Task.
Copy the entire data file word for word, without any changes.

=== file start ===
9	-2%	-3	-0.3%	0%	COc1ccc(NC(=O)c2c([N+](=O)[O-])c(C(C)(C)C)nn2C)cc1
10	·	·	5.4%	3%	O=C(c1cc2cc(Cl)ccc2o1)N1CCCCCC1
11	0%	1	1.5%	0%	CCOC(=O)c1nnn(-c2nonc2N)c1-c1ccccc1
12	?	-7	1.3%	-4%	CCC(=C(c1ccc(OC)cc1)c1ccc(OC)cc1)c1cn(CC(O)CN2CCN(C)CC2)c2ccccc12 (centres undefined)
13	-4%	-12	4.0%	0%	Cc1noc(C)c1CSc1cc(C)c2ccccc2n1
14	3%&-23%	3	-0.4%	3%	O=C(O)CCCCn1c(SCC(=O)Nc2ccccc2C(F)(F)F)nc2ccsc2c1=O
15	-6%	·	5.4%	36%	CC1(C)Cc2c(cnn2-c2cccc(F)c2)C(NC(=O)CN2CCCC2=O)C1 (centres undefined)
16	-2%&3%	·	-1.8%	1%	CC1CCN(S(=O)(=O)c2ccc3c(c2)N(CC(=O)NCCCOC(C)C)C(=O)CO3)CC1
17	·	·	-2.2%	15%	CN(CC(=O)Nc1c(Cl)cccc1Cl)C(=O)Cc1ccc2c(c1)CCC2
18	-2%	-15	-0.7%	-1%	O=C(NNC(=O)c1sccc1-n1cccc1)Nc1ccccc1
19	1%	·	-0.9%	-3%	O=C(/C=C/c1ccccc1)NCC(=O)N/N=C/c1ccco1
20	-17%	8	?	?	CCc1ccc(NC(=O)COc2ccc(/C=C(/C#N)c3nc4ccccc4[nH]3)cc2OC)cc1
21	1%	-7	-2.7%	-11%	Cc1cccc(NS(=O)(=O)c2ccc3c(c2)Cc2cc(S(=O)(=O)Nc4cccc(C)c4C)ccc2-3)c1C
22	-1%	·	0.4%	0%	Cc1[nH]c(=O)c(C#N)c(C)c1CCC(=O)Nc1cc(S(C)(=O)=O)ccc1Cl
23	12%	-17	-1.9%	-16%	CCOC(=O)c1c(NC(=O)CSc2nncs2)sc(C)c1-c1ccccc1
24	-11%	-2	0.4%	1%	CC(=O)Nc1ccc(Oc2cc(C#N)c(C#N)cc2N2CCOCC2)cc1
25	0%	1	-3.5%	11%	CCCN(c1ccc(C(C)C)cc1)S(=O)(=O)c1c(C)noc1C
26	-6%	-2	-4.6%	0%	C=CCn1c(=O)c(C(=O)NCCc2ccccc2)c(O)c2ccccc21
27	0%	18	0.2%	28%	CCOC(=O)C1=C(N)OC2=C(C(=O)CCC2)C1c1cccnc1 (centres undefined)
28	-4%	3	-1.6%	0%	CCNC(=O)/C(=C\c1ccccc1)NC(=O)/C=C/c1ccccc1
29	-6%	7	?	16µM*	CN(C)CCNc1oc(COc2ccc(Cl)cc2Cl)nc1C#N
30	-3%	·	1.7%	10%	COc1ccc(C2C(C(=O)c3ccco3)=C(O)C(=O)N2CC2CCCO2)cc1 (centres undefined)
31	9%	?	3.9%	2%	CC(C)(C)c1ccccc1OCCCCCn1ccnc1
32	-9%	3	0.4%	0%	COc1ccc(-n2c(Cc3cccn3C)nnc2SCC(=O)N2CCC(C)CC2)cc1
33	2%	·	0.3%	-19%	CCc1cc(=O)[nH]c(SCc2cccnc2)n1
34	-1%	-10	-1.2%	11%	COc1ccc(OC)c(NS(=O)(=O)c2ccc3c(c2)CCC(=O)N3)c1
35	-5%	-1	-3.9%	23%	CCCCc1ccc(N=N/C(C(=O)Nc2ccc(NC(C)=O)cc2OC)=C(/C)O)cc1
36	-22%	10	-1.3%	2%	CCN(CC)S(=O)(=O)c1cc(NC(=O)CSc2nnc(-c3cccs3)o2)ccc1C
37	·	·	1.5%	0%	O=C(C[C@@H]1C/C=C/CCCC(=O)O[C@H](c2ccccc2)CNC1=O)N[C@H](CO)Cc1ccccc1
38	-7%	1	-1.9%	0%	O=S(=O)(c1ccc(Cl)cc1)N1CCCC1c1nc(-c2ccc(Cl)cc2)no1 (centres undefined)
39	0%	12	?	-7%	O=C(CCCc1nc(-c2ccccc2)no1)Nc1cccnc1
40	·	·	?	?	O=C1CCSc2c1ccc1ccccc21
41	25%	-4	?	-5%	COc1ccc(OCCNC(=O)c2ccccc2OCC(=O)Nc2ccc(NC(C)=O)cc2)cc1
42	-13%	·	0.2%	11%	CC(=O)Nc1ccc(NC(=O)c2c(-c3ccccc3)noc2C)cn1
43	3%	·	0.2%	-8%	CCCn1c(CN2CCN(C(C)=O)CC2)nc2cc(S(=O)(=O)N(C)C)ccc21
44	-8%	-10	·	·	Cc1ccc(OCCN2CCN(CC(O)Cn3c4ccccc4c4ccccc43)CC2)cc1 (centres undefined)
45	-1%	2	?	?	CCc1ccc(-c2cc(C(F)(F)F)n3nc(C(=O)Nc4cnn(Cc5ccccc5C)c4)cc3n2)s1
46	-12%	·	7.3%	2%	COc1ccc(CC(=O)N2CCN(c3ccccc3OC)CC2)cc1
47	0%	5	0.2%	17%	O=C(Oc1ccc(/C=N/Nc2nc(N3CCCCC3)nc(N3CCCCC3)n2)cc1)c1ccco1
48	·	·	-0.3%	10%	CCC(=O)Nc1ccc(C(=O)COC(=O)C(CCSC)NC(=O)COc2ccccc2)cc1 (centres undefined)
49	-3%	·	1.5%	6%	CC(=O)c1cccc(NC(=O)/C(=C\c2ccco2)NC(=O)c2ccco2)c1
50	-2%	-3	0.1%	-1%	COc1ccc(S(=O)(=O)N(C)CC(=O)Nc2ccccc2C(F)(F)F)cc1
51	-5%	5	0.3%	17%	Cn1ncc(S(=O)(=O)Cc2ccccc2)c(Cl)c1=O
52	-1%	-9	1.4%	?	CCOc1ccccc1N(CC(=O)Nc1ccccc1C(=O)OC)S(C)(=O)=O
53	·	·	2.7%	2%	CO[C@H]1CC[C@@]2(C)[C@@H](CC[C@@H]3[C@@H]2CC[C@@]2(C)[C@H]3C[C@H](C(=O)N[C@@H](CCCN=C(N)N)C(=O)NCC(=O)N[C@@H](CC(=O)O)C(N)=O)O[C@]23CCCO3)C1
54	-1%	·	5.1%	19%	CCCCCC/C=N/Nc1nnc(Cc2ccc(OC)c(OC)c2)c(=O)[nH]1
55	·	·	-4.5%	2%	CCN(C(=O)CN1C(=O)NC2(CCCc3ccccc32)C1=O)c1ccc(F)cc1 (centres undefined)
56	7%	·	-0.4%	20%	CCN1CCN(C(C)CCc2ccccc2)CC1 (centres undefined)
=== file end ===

9	-2%	-3	-0.3%	0%	COc1ccc(NC(=O)c2c([N+](=O)[O-])c(C(C)(C)C)nn2C)cc1
10	·	·	5.4%	3%	O=C(c1cc2cc(Cl)ccc2o1)N1CCCCCC1
11	0%	1	1.5%	0%	CCOC(=O)c1nnn(-c2nonc2N)c1-c1ccccc1
12	?	-7	1.3%	-4%	CCC(=C(c1ccc(OC)cc1)c1ccc(OC)cc1)c1cn(CC(O)CN2CCN(C)CC2)c2ccccc12 (centres undefined)
13	-4%	-12	4.0%	0%	Cc1noc(C)c1CSc1cc(C)c2ccccc2n1
14	3%&-23%	3	-0.4%	3%	O=C(O)CCCCn1c(SCC(=O)Nc2ccccc2C(F)(F)F)nc2ccsc2c1=O
15	-6%	·	5.4%	36%	CC1(C)Cc2c(cnn2-c2cccc(F)c2)C(NC(=O)CN2CCCC2=O)C1 (centres undefined)
16	-2%&3%	·	-1.8%	1%	CC1CCN(S(=O)(=O)c2ccc3c(c2)N(CC(=O)NCCCOC(C)C)C(=O)CO3)CC1
17	·	·	-2.2%	15%	CN(CC(=O)Nc1c(Cl)cccc1Cl)C(=O)Cc1ccc2c(c1)CCC2
18	-2%	-15	-0.7%	-1%	O=C(NNC(=O)c1sccc1-n1cccc1)Nc1ccccc1
19	1%	·	-0.9%	-3%	O=C(/C=C/c1ccccc1)NCC(=O)N/N=C/c1ccco1
20	-17%	8	?	?	CCc1ccc(NC(=O)COc2ccc(/C=C(/C#N)c3nc4ccccc4[nH]3)cc2OC)cc1
21	1%	-7	-2.7%	-11%	Cc1cccc(NS(=O)(=O)c2ccc3c(c2)Cc2cc(S(=O)(=O)Nc4cccc(C)c4C)ccc2-3)c1C
22	-1%	·	0.4%	0%	Cc1[nH]c(=O)c(C#N)c(C)c1CCC(=O)Nc1cc(S(C)(=O)=O)ccc1Cl
23	12%	-17	-1.9%	-16%	CCOC(=O)c1c(NC(=O)CSc2nncs2)sc(C)c1-c1ccccc1
24	-11%	-2	0.4%	1%	CC(=O)Nc1ccc(Oc2cc(C#N)c(C#N)cc2N2CCOCC2)cc1
25	0%	1	-3.5%	11%	CCCN(c1ccc(C(C)C)cc1)S(=O)(=O)c1c(C)noc1C
26	-6%	-2	-4.6%	0%	C=CCn1c(=O)c(C(=O)NCCc2ccccc2)c(O)c2ccccc21
27	0%	18	0.2%	28%	CCOC(=O)C1=C(N)OC2=C(C(=O)CCC2)C1c1cccnc1 (centres undefined)
28	-4%	3	-1.6%	0%	CCNC(=O)/C(=C\c1ccccc1)NC(=O)/C=C/c1ccccc1
29	-6%	7	?	16µM*	CN(C)CCNc1oc(COc2ccc(Cl)cc2Cl)nc1C#N
30	-3%	·	1.7%	10%	COc1ccc(C2C(C(=O)c3ccco3)=C(O)C(=O)N2CC2CCCO2)cc1 (centres undefined)
31	9%	?	3.9%	2%	CC(C)(C)c1ccccc1OCCCCCn1ccnc1
32	-9%	3	0.4%	0%	COc1ccc(-n2c(Cc3cccn3C)nnc2SCC(=O)N2CCC(C)CC2)cc1
33	2%	·	0.3%	-19%	CCc1cc(=O)[nH]c(SCc2cccnc2)n1
34	-1%	-10	-1.2%	11%	COc1ccc(OC)c(NS(=O)(=O)c2ccc3c(c2)CCC(=O)N3)c1
35	-5%	-1	-3.9%	23%	CCCCc1ccc(N=N/C(C(=O)Nc2ccc(NC(C)=O)cc2OC)=C(/C)O)cc1
36	-22%	10	-1.3%	2%	CCN(CC)S(=O)(=O)c1cc(NC(=O)CSc2nnc(-c3cccs3)o2)ccc1C
37	·	·	1.5%	0%	O=C(C[C@@H]1C/C=C/CCCC(=O)O[C@H](c2ccccc2)CNC1=O)N[C@H](CO)Cc1ccccc1
38	-7%	1	-1.9%	0%	O=S(=O)(c1ccc(Cl)cc1)N1CCCC1c1nc(-c2ccc(Cl)cc2)no1 (centres undefined)
39	0%	12	?	-7%	O=C(CCCc1nc(-c2ccccc2)no1)Nc1cccnc1
40	·	·	?	?	O=C1CCSc2c1ccc1ccccc21
41	25%	-4	?	-5%	COc1ccc(OCCNC(=O)c2ccccc2OCC(=O)Nc2ccc(NC(C)=O)cc2)cc1
42	-13%	·	0.2%	11%	CC(=O)Nc1ccc(NC(=O)c2c(-c3ccccc3)noc2C)cn1
43	3%	·	0.2%	-8%	CCCn1c(CN2CCN(C(C)=O)CC2)nc2cc(S(=O)(=O)N(C)C)ccc21
44	-8%	-10	·	·	Cc1ccc(OCCN2CCN(CC(O)Cn3c4ccccc4c4ccccc43)CC2)cc1 (centres undefined)
45	-1%	2	?	?	CCc1ccc(-c2cc(C(F)(F)F)n3nc(C(=O)Nc4cnn(Cc5ccccc5C)c4)cc3n2)s1
46	-12%	·	7.3%	2%	COc1ccc(CC(=O)N2CCN(c3ccccc3OC)CC2)cc1
47	0%	5	0.2%	17%	O=C(Oc1ccc(/C=N/Nc2nc(N3CCCCC3)nc(N3CCCCC3)n2)cc1)c1ccco1
48	·	·	-0.3%	10%	CCC(=O)Nc1ccc(C(=O)COC(=O)C(CCSC)NC(=O)COc2ccccc2)cc1 (centres undefined)
49	-3%	·	1.5%	6%	CC(=O)c1cccc(NC(=O)/C(=C\c2ccco2)NC(=O)c2ccco2)c1
50	-2%	-3	0.1%	-1%	COc1ccc(S(=O)(=O)N(C)CC(=O)Nc2ccccc2C(F)(F)F)cc1
51	-5%	5	0.3%	17%	Cn1ncc(S(=O)(=O)Cc2ccccc2)c(Cl)c1=O
52	-1%	-9	1.4%	?	CCOc1ccccc1N(CC(=O)Nc1ccccc1C(=O)OC)S(C)(=O)=O
53	·	·	2.7%	2%	CO[C@H]1CC[C@@]2(C)[C@@H](CC[C@@H]3[C@@H]2CC[C@@]2(C)[C@H]3C[C@H](C(=O)N[C@@H](CCCN=C(N)N)C(=O)NCC(=O)N[C@@H](CC(=O)O)C(N)=O)O[C@]23CCCO3)C1
54	-1%	·	5.1%	19%	CCCCCC/C=N/Nc1nnc(Cc2ccc(OC)c(OC)c2)c(=O)[nH]1
55	·	·	-4.5%	2%	CCN(C(=O)CN1C(=O)NC2(CCCc3ccccc32)C1=O)c1ccc(F)cc1 (centres undefined)
56	7%	·	-0.4%	20%	CCN1CCN(C(C)CCc2ccccc2)CC1 (centres undefined)